O Christmas Tree: Reharmonization and Lead Sheet

Its fun to take simple tunes and adding some new life to them by adding jazz chords, changing the style, time signature, etc.

In this lesson, I go through a tune that everyone knows and turn it into something that will work for playing straight from the leadsheet, or as a full blown arrangement.

Try your hand at this kind of thing on a regular basis and with some practice, it will become second nature for you.  Below the video you will find a link to the leadsheet in PDF.    Download it before you watch the video if you’d like.  You can easily make this into a 4/4 tune as well.   Try it! Let me know if you have any specific questions.

8 Replies to “O Christmas Tree: Reharmonization and Lead Sheet”

  1. Laurent Rinaldi

    as usual, very good stuff
    thanks Jim, i really enjoyed that lesson
    just an idea though, maybe you could show us how to voice this for, say, trumpet,alto, tenor 1 & 2 and trombone

  2. Jim Martin

    Laurent: Sure, I can do that, but maybe just 4 horns, tpt, alto, tenor, trombone. That’s more of a typical lineup. I’ll do that next.

  3. anthony williams

    Good work. Nice explanation of the process by that produced the reharmonization.
    Love the chord in bar 7. I haven’t used that approach in a while. I am working on some chord-melody arrangements and this would be handy. Thanks.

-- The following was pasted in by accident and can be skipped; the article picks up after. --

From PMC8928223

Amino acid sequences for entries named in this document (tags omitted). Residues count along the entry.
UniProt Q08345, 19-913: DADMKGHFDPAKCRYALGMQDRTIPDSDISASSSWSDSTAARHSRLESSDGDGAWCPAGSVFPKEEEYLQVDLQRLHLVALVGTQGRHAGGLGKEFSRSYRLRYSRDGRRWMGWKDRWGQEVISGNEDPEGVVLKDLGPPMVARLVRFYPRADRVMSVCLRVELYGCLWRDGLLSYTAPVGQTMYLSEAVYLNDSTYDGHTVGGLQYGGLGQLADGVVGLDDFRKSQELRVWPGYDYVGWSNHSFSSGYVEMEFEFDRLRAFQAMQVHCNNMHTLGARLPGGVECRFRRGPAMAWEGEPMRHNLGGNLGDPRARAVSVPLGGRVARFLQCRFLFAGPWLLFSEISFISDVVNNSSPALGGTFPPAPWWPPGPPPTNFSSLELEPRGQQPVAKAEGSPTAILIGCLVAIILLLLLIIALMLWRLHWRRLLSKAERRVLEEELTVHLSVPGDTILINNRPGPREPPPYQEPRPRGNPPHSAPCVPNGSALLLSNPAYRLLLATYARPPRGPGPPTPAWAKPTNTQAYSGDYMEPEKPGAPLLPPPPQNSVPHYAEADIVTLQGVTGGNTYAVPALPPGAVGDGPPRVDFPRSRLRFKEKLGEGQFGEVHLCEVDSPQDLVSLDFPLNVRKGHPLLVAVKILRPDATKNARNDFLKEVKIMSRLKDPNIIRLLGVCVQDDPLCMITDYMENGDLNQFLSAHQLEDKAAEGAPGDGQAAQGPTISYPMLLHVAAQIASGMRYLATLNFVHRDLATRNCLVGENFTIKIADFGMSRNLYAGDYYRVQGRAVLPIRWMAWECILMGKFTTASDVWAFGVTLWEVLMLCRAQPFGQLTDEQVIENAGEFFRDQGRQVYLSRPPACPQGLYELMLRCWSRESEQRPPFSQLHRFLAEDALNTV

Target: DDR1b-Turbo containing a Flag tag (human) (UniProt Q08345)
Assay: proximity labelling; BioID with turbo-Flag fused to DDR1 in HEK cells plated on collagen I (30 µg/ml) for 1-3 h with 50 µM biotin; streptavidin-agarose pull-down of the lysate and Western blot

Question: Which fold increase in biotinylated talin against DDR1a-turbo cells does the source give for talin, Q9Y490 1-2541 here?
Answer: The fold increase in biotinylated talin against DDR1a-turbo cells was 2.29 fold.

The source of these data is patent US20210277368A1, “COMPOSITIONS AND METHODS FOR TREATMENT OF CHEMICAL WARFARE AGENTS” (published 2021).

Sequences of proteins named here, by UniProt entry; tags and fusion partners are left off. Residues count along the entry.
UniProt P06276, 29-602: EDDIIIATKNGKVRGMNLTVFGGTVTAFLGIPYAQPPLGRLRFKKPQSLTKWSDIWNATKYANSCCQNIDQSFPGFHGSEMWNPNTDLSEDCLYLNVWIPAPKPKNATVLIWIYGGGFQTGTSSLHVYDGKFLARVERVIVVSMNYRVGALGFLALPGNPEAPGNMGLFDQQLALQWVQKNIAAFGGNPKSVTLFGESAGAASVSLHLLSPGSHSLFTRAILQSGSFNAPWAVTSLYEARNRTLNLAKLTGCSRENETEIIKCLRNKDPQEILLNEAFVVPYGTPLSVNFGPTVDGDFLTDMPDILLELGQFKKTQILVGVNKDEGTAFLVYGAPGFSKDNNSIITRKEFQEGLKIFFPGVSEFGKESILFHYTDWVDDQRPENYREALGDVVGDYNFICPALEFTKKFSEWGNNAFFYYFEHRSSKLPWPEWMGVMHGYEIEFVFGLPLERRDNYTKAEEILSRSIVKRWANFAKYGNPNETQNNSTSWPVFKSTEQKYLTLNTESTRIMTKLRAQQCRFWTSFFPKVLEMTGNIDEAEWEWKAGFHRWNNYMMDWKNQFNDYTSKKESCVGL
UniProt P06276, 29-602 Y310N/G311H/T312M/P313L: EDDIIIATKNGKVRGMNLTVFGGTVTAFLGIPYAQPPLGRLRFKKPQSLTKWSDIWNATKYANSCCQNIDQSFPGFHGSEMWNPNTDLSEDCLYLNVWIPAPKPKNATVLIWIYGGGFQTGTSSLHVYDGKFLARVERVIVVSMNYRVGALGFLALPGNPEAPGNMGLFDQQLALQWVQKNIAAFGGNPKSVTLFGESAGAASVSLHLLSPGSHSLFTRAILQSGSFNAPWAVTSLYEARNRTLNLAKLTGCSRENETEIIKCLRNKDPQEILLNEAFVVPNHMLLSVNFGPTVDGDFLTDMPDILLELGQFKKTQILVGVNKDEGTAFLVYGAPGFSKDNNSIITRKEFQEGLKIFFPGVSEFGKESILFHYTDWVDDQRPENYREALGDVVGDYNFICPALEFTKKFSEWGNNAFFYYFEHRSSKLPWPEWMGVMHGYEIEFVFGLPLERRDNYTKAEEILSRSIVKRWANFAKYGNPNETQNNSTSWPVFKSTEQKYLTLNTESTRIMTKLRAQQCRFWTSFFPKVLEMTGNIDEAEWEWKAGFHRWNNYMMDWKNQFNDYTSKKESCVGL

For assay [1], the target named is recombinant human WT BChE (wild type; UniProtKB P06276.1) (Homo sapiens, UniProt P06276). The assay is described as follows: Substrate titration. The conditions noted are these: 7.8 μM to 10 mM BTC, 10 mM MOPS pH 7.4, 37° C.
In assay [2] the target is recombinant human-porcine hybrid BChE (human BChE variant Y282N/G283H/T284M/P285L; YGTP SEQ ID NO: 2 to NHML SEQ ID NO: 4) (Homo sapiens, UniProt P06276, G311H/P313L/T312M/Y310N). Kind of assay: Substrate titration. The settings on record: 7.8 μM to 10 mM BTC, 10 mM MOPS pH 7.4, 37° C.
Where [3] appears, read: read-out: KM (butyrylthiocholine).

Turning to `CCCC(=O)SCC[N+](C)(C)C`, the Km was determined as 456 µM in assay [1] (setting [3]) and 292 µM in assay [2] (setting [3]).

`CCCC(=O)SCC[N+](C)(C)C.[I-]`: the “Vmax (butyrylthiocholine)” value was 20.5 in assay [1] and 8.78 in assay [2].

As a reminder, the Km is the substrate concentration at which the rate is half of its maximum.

4. David Michaels

    Jim, great stuff as usual. I will dl, analyze and listen to your comments about stepwise/up4-down5 reharm options. I suspect that you are taking something for granted with those comments (at least in my case) but I will figure it out.

    I want to ask a favor; you said you will do this for 4 horns. Can I push you to also do it for 3 horns (tpt/tenor/bone)? That would be quite helpful for me, to be able to compare the 3 and 4 horn arrangements. Sorry, I know I keep bugging you about 3 horn arrangements but it’s what I keep trying to do.

    As always, thanks for this site, Jim.

  5. Scott Taitoko

    The chord in bar 7 could also be thought of as a F diminished (with the major 7th and 9th in the chord voicing). I’ve noticed that this happens a lot in harmony (Idim7 to Imaj7). Good work Jim.

  6. Jim Martin

    Scott: Yes, that is another possibility there. As a side note, remember that you can add notes to diminished chords to make them more complex. Here’s the rule: any note a whole step above the notes of the diminished chord are fair game. So basically, any note of the diminished scale can be added to a diminished chord. Play two diminished 7th chords on top of each other on the piano and you’ll hear how it sounds. That might be something Thad Jones would do with a big band.

    So in this example the E and G were added to the F diminished chord. Oftentimes there are multiple ways to write a chord symbol for what is going on. I try to find the one that represents the chord function as best as possible and is still easy to understand for the player. Nice suggestion though!

  7. Salvador Gutierrez

    Hello, I’m new in the website, I have been looking for a site like this since long time ago, thanks God I found this.
    What you do is really interesting,but could you make a class about harmony, its rules and what you have to do and what not to do when harmonizing a song, because, some times I get lost when you are explainig why you choosed a specific chord for the melody.Just something basic for beginers. please

Leave a Reply

Your email address will not be published.